"A growth for the sake of growth, without a specific reason and plan, is the ideology of a cancer cell," an early investor in Oyo, India’s largest hospitality startup, said on Tuesday, requesting anonymity.
This pursuit of relentless growth, across cities, countries, and market segments- from affordable hotels to student living, is the reason behind Oyo’s plans to fire more than 2,000 people in India and China, among other markets, said three people close to the company, including the person cited above.
“Oyo wanted to be everywhere in a very short time; India, the US, China and the Middle East; marketplace as well as inventory-led; budget hotels as well as posh properties. There wasn’t a cohesive strategy, except to say, we want to be everywhere," the person said.
The layoffs are part of a massive course correction the company is attempting, despite being in the midst of a historic expansion spree.
Over the past two years, it has launched in dozens of countries and spent hundreds of millions of dollars buying hotel firms. Since September 2017, it has raised $2.5 billion and seen its valuation soar to $10 billion.
In recent memory, no other Indian consumer company, much less an internet startup, has ventured with such gusto into difficult international markets such as China, the UK and US all at the same time, Mint reported on 10 December.
But Oyo’s reckoning comes amid a tough phase for venture capital and large consumer internet companies in general, which have raised billions of dollars and has been around as long as a decade with no viable business model. This was triggered by WeWork, which failed to list and saw its valuation plummet from $47 billion to $8 billion in a few weeks.
To some extent, Oyo predicted this change from a startup to a full-blown company with thousands of employees would need to be managed differently.
To this effect, it hired IndiGo airline’s Aditya Ghosh, to head its South-East Asia business in November 2018. But just a year later, Ghosh resigned, and was “elevated" to the company’s board.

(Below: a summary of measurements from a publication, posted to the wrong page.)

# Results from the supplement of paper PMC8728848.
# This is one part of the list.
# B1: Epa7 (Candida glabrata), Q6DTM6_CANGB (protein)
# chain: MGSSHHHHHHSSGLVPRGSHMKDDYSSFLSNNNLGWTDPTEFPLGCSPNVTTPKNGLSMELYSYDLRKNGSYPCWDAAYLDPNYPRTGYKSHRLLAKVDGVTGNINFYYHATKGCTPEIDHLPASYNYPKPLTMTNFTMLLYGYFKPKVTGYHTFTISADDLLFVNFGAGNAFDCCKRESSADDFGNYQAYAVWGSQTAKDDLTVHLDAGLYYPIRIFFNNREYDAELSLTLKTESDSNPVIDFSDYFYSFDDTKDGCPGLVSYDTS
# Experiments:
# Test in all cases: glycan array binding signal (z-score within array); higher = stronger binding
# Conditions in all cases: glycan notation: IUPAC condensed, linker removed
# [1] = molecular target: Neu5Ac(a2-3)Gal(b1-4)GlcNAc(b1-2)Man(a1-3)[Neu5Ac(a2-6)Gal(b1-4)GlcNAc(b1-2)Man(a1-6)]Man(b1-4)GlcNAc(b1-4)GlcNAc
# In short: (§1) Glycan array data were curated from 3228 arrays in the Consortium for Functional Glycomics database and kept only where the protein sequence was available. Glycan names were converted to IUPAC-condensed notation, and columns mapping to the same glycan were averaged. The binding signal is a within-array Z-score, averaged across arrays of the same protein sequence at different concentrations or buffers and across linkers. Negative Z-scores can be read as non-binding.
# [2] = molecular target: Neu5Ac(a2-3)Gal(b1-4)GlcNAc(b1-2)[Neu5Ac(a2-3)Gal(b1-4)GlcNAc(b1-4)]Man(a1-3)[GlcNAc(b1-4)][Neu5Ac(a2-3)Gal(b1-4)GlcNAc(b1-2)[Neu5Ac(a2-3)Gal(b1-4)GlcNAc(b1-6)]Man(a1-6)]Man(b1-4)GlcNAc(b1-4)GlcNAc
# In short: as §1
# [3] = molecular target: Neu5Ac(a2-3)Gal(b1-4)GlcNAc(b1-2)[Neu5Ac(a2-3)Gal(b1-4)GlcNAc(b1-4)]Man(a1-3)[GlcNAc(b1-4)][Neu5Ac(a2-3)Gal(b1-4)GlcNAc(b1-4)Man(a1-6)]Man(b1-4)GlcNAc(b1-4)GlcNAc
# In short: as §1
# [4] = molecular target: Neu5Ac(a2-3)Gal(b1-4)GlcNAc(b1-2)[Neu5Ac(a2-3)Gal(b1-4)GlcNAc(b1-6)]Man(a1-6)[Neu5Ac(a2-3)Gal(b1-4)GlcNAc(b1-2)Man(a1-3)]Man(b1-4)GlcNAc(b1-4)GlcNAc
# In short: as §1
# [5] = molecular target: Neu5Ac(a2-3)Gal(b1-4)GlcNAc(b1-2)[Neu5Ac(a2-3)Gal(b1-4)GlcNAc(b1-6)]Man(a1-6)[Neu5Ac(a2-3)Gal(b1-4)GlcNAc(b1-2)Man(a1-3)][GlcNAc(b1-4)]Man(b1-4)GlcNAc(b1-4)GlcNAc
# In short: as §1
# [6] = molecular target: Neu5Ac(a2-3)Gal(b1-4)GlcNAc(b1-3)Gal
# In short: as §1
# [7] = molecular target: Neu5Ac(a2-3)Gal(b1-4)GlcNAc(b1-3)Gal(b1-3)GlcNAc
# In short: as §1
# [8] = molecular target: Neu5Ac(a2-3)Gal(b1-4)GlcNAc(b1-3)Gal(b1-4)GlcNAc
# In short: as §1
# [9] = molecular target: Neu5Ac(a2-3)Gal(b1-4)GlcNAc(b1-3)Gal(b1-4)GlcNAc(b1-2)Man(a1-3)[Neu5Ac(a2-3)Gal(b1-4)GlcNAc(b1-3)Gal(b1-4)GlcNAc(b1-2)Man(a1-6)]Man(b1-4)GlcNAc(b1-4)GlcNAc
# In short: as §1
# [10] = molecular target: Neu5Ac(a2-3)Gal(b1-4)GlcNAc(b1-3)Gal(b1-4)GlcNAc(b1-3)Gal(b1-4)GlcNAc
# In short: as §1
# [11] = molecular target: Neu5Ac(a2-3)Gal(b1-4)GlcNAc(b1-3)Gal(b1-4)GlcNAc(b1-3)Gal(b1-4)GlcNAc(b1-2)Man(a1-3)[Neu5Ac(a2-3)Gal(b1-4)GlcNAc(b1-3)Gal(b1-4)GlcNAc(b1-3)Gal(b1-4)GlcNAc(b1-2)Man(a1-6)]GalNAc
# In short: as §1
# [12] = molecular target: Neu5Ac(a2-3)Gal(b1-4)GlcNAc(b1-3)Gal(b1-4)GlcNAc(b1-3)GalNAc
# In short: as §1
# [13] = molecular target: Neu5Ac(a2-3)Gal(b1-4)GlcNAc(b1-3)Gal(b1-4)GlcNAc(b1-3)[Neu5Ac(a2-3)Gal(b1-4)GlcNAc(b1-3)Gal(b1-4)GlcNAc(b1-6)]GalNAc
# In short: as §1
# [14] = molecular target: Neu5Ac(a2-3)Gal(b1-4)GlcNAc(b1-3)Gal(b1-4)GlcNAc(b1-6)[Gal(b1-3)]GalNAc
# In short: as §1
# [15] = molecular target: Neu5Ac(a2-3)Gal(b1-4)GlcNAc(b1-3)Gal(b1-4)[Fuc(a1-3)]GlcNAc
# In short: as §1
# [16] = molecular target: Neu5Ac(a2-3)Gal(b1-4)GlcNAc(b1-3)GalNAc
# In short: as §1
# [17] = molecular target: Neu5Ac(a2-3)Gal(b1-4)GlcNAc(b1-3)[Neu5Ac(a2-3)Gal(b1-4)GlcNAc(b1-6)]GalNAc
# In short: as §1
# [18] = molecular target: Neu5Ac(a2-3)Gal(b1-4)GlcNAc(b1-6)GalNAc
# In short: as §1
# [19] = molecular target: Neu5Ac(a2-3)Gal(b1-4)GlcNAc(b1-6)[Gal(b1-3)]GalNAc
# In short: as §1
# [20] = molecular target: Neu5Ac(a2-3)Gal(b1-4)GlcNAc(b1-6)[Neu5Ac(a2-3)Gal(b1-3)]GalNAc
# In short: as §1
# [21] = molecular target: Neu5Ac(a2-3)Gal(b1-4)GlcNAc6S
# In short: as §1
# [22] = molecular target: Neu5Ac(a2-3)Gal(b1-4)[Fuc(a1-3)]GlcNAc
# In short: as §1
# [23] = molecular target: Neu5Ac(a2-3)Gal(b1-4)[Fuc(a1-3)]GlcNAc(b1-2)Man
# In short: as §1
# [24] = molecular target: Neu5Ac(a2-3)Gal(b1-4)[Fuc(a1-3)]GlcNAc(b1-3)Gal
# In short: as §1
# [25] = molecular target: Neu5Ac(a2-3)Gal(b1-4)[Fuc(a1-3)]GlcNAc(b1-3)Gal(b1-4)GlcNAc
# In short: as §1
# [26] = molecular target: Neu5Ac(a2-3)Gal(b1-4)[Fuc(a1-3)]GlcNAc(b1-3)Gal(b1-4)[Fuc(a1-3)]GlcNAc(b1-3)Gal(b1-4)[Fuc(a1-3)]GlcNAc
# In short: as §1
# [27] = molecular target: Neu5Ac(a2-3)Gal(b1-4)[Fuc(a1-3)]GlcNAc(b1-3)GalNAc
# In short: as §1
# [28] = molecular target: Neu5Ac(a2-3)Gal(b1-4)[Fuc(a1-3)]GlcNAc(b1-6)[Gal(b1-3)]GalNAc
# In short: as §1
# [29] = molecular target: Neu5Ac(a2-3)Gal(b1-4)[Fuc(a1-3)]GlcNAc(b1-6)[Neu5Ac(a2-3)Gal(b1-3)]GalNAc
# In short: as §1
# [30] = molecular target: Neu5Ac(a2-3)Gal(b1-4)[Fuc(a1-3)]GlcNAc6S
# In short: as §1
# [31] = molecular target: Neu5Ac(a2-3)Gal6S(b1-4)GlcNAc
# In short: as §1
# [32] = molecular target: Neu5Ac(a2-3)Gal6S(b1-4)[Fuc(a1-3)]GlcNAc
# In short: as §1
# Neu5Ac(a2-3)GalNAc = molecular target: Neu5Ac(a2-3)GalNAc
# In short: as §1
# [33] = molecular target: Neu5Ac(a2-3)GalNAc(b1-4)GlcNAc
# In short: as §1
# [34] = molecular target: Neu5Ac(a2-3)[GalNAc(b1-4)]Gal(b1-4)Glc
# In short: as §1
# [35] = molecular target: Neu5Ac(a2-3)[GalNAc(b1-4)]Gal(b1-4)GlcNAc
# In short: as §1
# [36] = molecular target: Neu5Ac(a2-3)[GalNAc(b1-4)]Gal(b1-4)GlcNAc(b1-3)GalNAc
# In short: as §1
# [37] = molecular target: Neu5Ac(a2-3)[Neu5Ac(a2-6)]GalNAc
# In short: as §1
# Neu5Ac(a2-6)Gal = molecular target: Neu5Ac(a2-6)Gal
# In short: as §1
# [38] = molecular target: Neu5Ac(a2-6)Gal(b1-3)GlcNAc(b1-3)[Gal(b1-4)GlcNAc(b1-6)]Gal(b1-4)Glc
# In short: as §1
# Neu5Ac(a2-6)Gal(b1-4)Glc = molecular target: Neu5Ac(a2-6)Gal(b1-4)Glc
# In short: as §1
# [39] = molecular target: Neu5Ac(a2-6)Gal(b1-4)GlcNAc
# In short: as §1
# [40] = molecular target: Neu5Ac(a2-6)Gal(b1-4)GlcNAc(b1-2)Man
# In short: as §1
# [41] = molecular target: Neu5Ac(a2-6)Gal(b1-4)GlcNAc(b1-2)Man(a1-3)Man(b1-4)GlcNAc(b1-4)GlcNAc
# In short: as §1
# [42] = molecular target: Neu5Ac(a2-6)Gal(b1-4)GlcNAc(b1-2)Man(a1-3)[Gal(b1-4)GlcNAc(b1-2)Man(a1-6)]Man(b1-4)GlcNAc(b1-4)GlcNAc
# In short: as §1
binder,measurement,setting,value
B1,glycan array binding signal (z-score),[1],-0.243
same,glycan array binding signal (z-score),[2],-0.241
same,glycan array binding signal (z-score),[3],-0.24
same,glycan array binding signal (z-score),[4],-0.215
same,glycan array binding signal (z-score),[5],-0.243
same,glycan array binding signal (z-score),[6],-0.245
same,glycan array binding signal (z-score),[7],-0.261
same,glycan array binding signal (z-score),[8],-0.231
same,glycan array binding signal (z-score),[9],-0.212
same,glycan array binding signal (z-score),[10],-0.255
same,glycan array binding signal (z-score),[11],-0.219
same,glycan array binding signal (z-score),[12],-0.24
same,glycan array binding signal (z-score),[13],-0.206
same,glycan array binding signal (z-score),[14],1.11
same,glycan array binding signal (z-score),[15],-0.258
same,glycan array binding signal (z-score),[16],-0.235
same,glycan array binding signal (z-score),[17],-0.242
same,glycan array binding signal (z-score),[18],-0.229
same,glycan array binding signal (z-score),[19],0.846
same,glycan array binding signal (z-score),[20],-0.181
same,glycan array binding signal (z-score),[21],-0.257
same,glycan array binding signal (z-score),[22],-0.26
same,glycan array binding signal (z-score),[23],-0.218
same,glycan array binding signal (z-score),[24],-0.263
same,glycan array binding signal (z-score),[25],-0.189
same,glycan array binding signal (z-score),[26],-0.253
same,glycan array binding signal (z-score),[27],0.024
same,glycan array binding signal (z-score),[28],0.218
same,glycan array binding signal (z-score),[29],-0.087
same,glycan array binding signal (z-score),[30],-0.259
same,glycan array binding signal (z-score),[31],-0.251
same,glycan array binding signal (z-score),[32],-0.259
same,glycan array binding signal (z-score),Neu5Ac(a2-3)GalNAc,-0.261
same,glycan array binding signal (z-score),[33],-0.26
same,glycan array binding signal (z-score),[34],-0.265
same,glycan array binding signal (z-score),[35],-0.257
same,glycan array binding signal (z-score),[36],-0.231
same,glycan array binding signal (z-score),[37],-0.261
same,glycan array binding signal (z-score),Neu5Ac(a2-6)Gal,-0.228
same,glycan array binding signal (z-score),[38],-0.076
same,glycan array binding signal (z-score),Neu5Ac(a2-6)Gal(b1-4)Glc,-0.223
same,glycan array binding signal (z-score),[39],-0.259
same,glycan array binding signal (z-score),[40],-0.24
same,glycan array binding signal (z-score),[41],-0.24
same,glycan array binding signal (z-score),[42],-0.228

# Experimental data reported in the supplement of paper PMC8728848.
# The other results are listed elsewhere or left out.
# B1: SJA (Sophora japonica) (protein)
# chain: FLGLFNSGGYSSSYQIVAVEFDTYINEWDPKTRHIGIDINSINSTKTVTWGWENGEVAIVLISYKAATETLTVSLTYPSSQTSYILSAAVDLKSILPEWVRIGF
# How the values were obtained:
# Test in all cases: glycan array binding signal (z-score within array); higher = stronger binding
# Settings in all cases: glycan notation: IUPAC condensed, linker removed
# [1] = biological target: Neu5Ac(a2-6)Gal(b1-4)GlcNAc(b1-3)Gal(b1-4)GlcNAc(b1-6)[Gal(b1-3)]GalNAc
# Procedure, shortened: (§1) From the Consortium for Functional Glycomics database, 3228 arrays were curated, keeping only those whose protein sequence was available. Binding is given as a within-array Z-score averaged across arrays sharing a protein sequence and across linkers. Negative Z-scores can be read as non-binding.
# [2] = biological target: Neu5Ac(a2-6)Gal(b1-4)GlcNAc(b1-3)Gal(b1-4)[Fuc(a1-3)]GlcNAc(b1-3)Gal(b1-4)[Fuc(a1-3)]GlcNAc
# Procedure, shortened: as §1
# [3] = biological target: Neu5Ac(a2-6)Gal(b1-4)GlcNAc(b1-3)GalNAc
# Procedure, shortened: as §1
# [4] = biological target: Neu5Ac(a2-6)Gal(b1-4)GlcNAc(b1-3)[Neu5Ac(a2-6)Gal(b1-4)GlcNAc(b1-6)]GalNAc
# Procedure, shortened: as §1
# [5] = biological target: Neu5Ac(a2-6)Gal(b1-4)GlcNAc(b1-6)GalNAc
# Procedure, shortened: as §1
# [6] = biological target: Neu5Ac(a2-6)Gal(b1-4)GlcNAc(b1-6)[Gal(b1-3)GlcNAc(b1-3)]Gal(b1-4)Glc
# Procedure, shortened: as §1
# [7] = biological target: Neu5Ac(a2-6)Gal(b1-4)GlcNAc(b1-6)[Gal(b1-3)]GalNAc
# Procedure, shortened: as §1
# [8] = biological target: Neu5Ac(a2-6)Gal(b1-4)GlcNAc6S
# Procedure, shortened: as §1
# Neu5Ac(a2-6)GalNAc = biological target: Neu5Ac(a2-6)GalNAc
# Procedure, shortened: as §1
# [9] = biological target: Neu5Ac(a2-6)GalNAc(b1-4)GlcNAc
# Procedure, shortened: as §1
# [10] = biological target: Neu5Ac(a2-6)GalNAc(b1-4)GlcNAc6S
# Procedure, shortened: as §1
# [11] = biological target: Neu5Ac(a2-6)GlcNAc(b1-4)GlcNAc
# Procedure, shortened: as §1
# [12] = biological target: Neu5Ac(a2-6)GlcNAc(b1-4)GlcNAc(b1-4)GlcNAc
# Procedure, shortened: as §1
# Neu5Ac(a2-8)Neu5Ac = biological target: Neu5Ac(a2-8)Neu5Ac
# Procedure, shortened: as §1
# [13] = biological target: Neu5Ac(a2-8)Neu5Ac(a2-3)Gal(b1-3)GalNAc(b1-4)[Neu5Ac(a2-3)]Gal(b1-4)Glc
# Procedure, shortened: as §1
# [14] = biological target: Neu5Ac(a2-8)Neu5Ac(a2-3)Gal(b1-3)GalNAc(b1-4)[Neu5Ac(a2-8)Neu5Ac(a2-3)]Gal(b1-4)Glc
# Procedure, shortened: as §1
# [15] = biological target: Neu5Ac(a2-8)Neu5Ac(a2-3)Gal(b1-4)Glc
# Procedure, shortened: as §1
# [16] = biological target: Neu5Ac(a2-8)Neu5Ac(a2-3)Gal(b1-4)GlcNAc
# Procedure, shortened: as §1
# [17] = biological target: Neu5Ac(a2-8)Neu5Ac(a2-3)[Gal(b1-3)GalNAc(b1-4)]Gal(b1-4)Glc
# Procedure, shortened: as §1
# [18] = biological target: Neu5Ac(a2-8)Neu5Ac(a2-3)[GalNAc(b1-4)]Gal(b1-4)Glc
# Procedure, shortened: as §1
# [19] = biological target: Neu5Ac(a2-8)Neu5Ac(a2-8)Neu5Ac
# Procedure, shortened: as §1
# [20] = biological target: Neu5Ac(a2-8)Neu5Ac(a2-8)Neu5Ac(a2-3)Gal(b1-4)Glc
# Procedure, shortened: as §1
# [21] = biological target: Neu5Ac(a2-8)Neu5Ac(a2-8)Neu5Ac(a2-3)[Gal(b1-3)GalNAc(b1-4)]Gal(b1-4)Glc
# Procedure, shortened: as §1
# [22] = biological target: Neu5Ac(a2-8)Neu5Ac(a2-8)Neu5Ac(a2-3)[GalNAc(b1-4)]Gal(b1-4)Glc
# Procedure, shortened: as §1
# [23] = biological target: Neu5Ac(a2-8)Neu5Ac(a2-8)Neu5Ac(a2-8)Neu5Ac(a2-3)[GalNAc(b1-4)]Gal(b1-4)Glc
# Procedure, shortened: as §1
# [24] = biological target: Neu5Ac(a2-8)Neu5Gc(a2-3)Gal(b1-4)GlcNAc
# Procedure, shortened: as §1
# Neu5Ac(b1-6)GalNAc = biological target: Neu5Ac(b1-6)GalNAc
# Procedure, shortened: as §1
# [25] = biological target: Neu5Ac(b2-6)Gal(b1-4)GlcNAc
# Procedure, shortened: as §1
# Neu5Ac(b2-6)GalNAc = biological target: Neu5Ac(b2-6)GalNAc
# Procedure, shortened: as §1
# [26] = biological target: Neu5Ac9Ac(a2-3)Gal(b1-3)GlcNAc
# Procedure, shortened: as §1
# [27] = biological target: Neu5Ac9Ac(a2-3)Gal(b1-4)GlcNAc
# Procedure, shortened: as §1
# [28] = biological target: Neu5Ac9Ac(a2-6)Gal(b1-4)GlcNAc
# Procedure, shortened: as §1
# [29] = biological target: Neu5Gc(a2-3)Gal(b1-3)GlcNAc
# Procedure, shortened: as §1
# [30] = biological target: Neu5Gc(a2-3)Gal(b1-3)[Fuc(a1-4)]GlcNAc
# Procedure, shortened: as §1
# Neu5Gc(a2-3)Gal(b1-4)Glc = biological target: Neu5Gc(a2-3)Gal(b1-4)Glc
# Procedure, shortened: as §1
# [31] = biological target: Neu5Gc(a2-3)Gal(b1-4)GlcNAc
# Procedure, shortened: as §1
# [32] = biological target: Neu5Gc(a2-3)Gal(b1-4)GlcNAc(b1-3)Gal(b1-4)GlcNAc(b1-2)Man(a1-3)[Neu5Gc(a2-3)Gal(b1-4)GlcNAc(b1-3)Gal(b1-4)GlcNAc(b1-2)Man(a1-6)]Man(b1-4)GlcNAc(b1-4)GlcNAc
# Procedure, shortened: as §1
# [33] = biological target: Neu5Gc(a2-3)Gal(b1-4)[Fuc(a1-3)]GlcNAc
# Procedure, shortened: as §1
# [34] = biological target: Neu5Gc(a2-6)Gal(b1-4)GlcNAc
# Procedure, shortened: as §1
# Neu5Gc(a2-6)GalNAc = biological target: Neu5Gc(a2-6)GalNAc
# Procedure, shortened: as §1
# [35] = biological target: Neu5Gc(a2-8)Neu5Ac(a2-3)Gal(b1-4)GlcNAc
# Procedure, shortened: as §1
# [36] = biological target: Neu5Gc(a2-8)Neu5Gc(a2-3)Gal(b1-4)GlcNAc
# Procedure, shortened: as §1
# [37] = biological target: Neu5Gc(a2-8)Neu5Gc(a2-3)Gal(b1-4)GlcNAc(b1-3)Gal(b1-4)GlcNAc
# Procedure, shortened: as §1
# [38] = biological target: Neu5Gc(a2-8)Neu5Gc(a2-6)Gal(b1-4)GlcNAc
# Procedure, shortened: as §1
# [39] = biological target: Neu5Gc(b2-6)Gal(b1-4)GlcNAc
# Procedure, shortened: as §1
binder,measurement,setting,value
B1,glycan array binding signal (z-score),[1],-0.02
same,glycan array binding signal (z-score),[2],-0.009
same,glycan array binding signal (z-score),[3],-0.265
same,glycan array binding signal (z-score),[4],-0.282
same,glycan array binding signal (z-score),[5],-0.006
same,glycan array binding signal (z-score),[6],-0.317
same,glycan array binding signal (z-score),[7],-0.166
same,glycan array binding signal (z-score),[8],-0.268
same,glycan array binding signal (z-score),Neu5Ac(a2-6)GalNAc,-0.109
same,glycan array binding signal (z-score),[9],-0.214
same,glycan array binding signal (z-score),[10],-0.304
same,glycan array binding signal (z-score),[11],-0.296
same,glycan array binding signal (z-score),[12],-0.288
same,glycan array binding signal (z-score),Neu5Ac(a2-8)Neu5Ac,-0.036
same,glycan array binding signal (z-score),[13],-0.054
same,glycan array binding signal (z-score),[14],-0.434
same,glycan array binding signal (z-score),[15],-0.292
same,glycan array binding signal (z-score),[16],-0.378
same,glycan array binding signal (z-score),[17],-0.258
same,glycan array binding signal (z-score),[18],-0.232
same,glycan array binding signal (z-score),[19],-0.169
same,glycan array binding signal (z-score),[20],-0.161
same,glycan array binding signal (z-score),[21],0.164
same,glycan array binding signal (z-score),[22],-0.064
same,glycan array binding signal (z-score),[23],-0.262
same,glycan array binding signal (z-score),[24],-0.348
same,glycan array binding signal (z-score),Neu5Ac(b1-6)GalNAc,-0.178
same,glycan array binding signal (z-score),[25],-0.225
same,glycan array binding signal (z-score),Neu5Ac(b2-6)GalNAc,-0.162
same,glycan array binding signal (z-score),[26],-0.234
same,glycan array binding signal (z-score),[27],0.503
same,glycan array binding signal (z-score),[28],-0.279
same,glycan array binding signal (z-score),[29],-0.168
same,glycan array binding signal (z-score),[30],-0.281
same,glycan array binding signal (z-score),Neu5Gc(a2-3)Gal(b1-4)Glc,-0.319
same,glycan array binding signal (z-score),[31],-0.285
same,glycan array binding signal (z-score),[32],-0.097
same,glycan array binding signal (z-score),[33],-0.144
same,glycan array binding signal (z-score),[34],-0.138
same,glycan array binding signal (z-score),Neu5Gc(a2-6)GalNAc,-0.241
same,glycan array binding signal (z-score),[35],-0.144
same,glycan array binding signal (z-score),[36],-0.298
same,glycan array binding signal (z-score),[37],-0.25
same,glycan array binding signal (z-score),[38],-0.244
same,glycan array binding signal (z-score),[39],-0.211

All was clearly not well. As Mint reported in December, Ghosh’s exit as CEO and his move to the board wasn’t what the company had in mind when he was appointed last year. Ghosh’s move to a non-operational role was an admission that the decision to hire him hadn’t worked out for both parties.
But Oyo’s decision to lay off people could be a tacit admission of the sharp course correction needed, even as hospitality industry and venture capital experts struggle to decode the true value of Oyo.
“Even assuming the India business has legs, and at least we can see there is a market, there is no real reason for global expansion and I don’t understand why it went to the US," said a venture capital investor who has been investing in Indian and US-based firms for 15 years. “In developed markets like the US, UK and even China, affordable hotels is a very old market which has been solved for by chains as well as individual hotels. So how big is your addressable market really?"
As Oyo’s losses mounted (six-fold to ₹2,385 crore in FY19), leaders at the company told employees that SoftBank had demanded it become profitable at the operating level by mid-2020, The New York Times reported on 14 January.
Besides the focus on profits, Oyo’s recent decisions also point to the perils of expanding everywhere in a short span without answering the real question—“why should we expand" and “how should we expand," said the investor cited above.